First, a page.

In the Garden of Moma



In the Garden of MOMA

Movement in the pool at some distance from the fountains

is long, intricate, at first taken by surprise by

and then reconciled to

imminent cessation against the far wall.

We did not begin here, but here we will end.

The water moves through marble,

whose smooth perfection allows

the element full realization of its nature,

free of the  multiple detours and imperfections

which plague the natural world.

Water, of course, must be contained.

This is the source of its apparent freedom.

The pool is finite—small, in fact—and, despite appearances

the water must, at a certain point, turn back,

undetectable beneath itself,

just above the greenish bottom.

Must fold. Repent.

Return to be once more fountained up,

once more make its way in chops and glidings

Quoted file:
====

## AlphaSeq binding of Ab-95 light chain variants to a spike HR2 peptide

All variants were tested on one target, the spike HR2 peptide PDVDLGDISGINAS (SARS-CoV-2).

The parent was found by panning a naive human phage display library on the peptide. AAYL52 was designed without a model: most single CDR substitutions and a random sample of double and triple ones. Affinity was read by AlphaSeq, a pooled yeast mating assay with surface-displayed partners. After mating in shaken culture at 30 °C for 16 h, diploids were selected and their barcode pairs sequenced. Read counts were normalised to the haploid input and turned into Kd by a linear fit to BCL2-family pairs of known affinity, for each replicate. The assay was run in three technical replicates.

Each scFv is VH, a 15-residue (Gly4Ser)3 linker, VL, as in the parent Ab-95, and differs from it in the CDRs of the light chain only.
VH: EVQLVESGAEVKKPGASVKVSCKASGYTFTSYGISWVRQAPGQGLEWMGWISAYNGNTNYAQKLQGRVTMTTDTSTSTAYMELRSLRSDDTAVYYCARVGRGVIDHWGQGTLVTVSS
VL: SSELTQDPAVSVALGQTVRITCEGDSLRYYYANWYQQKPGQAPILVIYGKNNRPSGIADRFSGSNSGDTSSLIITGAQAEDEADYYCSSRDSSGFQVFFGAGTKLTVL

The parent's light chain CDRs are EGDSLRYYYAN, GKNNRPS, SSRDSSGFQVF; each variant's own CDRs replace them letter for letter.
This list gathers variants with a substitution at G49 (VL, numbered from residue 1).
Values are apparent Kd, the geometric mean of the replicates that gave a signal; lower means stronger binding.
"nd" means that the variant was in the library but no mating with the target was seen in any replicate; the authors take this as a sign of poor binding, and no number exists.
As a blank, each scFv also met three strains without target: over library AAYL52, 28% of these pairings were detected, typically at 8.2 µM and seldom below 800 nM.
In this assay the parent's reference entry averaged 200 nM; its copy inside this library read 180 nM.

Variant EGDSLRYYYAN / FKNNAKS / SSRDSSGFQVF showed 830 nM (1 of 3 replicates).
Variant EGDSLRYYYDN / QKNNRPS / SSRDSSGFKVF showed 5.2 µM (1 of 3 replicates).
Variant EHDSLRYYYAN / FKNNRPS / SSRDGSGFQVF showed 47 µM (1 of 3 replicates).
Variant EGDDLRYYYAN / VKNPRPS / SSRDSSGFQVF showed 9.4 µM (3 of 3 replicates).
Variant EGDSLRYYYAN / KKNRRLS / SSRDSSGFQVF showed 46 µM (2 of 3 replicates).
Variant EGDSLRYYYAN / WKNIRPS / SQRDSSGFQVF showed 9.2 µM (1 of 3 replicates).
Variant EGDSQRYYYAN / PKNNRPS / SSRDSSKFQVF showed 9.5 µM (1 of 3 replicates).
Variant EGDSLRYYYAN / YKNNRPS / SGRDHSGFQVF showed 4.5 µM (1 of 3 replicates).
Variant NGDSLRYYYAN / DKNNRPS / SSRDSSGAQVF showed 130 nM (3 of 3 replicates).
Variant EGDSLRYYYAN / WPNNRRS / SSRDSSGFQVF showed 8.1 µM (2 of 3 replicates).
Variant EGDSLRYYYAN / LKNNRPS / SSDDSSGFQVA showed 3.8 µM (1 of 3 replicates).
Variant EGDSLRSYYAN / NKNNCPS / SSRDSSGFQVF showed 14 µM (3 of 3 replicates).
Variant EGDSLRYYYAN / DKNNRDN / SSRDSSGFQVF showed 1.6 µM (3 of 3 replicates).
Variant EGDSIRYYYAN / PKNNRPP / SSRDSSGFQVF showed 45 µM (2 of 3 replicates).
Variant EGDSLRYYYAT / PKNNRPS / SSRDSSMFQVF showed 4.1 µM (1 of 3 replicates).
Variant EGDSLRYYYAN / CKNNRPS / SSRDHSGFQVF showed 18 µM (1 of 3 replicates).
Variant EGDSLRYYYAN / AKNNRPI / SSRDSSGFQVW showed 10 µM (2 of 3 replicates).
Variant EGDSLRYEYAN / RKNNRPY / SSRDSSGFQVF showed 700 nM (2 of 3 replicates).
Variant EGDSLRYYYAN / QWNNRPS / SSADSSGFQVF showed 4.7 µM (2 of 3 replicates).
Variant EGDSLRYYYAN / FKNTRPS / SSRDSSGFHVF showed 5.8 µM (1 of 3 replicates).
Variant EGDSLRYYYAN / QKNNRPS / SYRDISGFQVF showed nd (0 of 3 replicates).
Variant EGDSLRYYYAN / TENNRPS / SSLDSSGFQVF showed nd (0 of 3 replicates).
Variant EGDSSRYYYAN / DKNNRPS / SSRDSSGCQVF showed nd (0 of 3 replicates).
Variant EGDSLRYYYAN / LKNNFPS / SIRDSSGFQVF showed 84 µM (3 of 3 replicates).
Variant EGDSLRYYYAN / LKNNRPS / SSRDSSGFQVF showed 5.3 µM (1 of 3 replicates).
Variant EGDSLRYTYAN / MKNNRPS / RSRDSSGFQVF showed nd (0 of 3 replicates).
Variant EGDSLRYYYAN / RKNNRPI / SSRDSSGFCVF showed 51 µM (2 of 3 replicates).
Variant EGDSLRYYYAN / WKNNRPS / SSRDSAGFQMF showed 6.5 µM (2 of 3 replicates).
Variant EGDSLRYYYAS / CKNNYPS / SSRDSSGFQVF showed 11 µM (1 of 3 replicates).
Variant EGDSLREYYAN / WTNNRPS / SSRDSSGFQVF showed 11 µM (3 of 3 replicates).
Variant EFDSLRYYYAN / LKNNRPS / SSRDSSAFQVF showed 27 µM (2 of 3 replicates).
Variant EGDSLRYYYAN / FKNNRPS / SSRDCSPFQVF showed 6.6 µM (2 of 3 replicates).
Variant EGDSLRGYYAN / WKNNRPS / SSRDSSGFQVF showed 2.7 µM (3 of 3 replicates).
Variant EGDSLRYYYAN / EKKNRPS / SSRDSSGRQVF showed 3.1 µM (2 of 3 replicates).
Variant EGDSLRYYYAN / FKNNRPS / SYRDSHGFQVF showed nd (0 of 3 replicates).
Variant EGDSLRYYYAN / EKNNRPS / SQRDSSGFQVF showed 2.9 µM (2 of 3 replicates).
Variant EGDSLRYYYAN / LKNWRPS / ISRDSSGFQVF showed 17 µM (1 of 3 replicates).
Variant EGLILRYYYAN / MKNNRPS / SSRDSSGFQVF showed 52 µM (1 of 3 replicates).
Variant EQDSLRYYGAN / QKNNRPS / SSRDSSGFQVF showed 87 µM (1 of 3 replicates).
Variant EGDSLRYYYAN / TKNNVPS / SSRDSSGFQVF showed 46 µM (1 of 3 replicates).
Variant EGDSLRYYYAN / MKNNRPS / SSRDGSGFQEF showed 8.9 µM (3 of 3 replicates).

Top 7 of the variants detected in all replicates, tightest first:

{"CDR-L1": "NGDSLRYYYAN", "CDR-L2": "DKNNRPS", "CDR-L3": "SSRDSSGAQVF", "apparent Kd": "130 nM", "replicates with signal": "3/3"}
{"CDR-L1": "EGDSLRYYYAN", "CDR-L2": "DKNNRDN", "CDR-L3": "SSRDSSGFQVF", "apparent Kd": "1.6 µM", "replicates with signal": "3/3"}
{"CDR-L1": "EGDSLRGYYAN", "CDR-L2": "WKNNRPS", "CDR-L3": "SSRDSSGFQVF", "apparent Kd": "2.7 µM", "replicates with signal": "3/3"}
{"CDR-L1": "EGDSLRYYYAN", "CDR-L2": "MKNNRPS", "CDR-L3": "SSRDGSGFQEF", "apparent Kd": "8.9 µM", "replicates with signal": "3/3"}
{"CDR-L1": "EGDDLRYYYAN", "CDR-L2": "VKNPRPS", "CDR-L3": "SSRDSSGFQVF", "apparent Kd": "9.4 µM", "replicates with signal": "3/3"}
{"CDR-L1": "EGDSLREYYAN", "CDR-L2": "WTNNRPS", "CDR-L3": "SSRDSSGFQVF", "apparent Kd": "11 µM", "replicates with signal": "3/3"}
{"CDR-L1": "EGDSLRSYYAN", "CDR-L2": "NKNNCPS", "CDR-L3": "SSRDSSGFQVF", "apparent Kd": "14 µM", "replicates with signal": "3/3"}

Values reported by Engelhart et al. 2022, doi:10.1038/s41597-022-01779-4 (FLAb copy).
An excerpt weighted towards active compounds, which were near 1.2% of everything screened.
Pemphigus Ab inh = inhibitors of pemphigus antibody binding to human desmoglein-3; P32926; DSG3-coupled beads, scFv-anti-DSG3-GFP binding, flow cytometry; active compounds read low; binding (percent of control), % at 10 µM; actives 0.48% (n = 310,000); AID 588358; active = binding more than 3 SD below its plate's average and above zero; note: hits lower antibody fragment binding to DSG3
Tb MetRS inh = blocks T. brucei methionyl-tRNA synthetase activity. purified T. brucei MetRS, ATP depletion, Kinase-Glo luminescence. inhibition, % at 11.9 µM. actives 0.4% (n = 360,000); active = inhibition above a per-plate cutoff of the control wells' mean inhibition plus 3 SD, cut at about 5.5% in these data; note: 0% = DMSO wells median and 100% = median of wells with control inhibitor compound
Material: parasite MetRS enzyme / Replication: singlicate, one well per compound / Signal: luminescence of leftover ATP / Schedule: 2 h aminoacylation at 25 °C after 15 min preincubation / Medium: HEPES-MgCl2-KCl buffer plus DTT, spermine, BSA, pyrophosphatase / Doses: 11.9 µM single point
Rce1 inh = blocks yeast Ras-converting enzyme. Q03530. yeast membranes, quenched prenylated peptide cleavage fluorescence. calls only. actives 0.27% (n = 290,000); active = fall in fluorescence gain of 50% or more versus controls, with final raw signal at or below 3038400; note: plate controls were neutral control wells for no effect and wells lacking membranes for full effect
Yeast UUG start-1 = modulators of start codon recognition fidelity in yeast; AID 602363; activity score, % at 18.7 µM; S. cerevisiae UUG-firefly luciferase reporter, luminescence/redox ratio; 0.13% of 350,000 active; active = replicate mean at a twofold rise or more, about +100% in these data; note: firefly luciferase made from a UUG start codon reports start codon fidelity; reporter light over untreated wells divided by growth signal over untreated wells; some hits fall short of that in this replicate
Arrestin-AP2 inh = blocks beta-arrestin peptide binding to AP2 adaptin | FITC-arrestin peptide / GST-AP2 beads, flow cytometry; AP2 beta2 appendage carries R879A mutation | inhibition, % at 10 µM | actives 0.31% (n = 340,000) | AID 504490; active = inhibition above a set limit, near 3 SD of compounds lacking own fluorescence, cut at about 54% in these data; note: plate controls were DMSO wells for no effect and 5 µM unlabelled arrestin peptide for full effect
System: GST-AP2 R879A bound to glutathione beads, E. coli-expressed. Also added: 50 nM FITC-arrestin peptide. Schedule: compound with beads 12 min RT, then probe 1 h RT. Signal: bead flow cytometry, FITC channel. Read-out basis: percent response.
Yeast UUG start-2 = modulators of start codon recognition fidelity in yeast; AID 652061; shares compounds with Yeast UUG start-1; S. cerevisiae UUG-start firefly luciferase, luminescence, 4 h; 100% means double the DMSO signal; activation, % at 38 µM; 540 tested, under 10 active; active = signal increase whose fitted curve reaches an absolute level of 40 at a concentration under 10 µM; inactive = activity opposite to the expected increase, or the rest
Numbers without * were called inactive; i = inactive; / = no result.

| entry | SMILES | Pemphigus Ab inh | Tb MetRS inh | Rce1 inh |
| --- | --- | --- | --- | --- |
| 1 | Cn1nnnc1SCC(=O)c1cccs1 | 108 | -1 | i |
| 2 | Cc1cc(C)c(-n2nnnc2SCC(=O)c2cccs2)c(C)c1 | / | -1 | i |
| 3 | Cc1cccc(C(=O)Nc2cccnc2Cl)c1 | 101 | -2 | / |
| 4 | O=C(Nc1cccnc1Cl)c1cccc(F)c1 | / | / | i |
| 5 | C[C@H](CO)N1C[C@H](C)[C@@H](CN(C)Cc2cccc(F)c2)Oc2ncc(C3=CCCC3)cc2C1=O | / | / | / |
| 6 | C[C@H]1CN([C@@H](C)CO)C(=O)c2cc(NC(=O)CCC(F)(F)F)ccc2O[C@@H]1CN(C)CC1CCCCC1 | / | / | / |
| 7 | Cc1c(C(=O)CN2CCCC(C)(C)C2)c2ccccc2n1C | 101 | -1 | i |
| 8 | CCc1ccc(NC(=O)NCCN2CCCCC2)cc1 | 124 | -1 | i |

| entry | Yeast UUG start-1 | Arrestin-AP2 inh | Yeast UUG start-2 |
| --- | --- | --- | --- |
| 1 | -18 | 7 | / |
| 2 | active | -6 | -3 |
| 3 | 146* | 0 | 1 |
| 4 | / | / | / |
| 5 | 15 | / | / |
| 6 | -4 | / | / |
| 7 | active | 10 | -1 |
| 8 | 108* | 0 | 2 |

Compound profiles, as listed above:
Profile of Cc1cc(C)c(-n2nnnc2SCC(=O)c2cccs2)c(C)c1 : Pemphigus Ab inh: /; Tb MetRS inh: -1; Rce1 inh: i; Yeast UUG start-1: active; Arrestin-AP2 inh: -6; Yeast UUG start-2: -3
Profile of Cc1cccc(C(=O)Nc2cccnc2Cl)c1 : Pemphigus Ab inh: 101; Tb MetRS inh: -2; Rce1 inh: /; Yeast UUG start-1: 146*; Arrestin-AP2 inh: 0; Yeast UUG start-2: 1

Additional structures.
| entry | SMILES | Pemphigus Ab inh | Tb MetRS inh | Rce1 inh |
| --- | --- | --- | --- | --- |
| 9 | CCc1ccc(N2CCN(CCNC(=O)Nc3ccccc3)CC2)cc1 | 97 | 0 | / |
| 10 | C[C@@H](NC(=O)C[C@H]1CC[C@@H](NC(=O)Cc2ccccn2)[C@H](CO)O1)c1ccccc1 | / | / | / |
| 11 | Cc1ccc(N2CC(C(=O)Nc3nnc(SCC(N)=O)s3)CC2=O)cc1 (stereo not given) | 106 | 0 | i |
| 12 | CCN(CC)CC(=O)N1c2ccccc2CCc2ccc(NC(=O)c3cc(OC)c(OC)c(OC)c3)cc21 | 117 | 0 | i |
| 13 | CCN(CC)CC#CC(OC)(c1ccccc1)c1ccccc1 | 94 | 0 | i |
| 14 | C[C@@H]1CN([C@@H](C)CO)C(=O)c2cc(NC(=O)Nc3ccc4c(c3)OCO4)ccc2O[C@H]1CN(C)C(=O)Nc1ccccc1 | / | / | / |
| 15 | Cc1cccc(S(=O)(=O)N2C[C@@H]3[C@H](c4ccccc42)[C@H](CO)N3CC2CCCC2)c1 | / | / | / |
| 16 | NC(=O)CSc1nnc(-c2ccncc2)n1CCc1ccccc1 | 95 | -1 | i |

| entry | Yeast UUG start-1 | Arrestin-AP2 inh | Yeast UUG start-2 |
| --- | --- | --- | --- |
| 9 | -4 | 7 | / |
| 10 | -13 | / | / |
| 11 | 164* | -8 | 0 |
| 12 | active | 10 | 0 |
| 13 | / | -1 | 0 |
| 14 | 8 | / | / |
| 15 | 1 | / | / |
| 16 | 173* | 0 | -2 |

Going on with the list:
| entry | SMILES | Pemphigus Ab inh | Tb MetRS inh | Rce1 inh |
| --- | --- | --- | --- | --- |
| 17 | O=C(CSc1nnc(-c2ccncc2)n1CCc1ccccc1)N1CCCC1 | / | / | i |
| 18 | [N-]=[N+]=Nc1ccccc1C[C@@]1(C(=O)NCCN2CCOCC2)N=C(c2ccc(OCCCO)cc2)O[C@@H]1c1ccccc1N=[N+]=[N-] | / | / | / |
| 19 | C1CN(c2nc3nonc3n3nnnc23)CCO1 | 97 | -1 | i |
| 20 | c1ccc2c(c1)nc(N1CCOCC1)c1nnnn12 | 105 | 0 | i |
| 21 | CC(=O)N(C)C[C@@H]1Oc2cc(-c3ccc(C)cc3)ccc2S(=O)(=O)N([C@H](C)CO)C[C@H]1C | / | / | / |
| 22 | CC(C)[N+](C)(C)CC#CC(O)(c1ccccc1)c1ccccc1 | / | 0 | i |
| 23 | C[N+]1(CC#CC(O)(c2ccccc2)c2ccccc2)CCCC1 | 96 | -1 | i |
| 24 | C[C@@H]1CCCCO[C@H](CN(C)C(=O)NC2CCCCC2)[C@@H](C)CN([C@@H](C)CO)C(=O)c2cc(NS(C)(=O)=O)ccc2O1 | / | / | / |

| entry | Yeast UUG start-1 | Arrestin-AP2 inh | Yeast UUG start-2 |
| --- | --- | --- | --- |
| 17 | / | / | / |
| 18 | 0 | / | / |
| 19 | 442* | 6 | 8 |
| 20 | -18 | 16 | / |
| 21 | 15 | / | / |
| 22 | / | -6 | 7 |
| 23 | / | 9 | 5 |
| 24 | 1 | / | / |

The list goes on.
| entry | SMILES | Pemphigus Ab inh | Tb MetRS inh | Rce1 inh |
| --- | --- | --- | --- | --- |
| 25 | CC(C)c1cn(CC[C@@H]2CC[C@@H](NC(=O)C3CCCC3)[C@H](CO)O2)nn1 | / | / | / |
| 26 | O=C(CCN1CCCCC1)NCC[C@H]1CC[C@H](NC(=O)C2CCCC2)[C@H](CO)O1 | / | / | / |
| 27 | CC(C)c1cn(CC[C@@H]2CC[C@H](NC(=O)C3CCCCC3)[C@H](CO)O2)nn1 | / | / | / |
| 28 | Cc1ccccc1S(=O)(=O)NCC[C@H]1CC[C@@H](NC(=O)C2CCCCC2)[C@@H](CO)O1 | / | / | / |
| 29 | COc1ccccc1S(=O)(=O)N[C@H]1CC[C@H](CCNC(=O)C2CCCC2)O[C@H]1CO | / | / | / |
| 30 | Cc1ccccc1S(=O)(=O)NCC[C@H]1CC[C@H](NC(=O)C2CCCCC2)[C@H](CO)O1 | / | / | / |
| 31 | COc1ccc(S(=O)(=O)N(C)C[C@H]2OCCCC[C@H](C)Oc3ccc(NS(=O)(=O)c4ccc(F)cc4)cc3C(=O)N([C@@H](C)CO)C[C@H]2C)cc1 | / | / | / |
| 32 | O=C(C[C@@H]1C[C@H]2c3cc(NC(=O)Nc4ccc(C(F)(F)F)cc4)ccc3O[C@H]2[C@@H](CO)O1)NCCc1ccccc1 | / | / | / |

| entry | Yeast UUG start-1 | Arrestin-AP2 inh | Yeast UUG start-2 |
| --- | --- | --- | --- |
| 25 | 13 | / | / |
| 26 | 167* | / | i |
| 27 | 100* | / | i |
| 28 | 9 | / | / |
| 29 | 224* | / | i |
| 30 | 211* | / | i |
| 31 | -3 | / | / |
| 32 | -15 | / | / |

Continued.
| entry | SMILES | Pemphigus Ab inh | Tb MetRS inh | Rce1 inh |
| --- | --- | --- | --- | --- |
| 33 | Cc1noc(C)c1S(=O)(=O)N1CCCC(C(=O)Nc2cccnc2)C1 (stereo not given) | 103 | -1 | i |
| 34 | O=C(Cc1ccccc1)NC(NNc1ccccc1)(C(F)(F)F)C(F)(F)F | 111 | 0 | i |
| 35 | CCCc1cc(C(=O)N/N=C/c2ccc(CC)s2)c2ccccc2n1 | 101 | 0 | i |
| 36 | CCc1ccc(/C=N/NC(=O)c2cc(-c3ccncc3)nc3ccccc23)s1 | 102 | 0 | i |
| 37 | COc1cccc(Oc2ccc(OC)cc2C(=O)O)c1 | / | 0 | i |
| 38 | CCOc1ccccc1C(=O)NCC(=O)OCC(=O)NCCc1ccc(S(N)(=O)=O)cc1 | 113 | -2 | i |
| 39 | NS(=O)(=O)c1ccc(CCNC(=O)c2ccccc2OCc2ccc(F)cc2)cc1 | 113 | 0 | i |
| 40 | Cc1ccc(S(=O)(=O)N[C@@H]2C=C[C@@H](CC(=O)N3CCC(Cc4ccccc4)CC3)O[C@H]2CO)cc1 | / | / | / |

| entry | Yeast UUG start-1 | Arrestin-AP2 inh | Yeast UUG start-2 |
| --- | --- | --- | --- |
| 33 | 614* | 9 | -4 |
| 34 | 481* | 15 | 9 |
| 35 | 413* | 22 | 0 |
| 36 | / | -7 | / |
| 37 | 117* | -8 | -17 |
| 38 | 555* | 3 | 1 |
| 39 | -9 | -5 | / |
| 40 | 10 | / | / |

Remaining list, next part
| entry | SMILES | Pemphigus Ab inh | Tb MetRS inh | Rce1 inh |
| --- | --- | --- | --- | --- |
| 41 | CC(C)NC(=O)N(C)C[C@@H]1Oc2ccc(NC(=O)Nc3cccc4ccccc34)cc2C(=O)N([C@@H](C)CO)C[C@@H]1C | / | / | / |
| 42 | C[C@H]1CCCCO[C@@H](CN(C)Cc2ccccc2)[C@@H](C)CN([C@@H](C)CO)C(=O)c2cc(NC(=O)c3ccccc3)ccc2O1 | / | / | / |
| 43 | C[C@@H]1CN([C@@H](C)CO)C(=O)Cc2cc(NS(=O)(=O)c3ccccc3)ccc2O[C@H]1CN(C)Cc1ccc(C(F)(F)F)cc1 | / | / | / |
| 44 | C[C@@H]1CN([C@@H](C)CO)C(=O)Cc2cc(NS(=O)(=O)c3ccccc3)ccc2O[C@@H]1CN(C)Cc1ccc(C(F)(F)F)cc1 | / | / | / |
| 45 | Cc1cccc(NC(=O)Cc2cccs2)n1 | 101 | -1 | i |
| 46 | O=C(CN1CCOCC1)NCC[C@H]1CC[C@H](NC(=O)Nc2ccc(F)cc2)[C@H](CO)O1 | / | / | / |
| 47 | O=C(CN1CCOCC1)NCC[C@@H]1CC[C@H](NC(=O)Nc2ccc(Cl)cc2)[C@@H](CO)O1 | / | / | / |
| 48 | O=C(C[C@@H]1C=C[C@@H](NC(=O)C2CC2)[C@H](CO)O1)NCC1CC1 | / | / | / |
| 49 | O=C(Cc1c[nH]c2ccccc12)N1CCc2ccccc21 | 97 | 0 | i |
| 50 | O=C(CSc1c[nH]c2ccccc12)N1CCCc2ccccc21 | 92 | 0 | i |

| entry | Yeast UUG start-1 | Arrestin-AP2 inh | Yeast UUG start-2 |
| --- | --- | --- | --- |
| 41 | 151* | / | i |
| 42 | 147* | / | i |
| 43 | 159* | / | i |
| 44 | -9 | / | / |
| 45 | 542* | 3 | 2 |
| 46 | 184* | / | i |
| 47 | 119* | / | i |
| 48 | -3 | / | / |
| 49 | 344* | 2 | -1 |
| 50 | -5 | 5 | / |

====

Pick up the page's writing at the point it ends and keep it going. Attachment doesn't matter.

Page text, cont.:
under the blue, dry air.

One cannot see oneself in it.

One will see the color of his clothes

and the color of his body madly distributed,

like shards of stained glass in a bombed cathedral.

Does the water miss its role as mirror?

Difficult to tell—though, of course

it may be mirroring something other than us,

something moving as it does between the profundities,

suggestible, implacable, shaped by the order that contains it,

wholly itself in the instant

before it turns and starts again.

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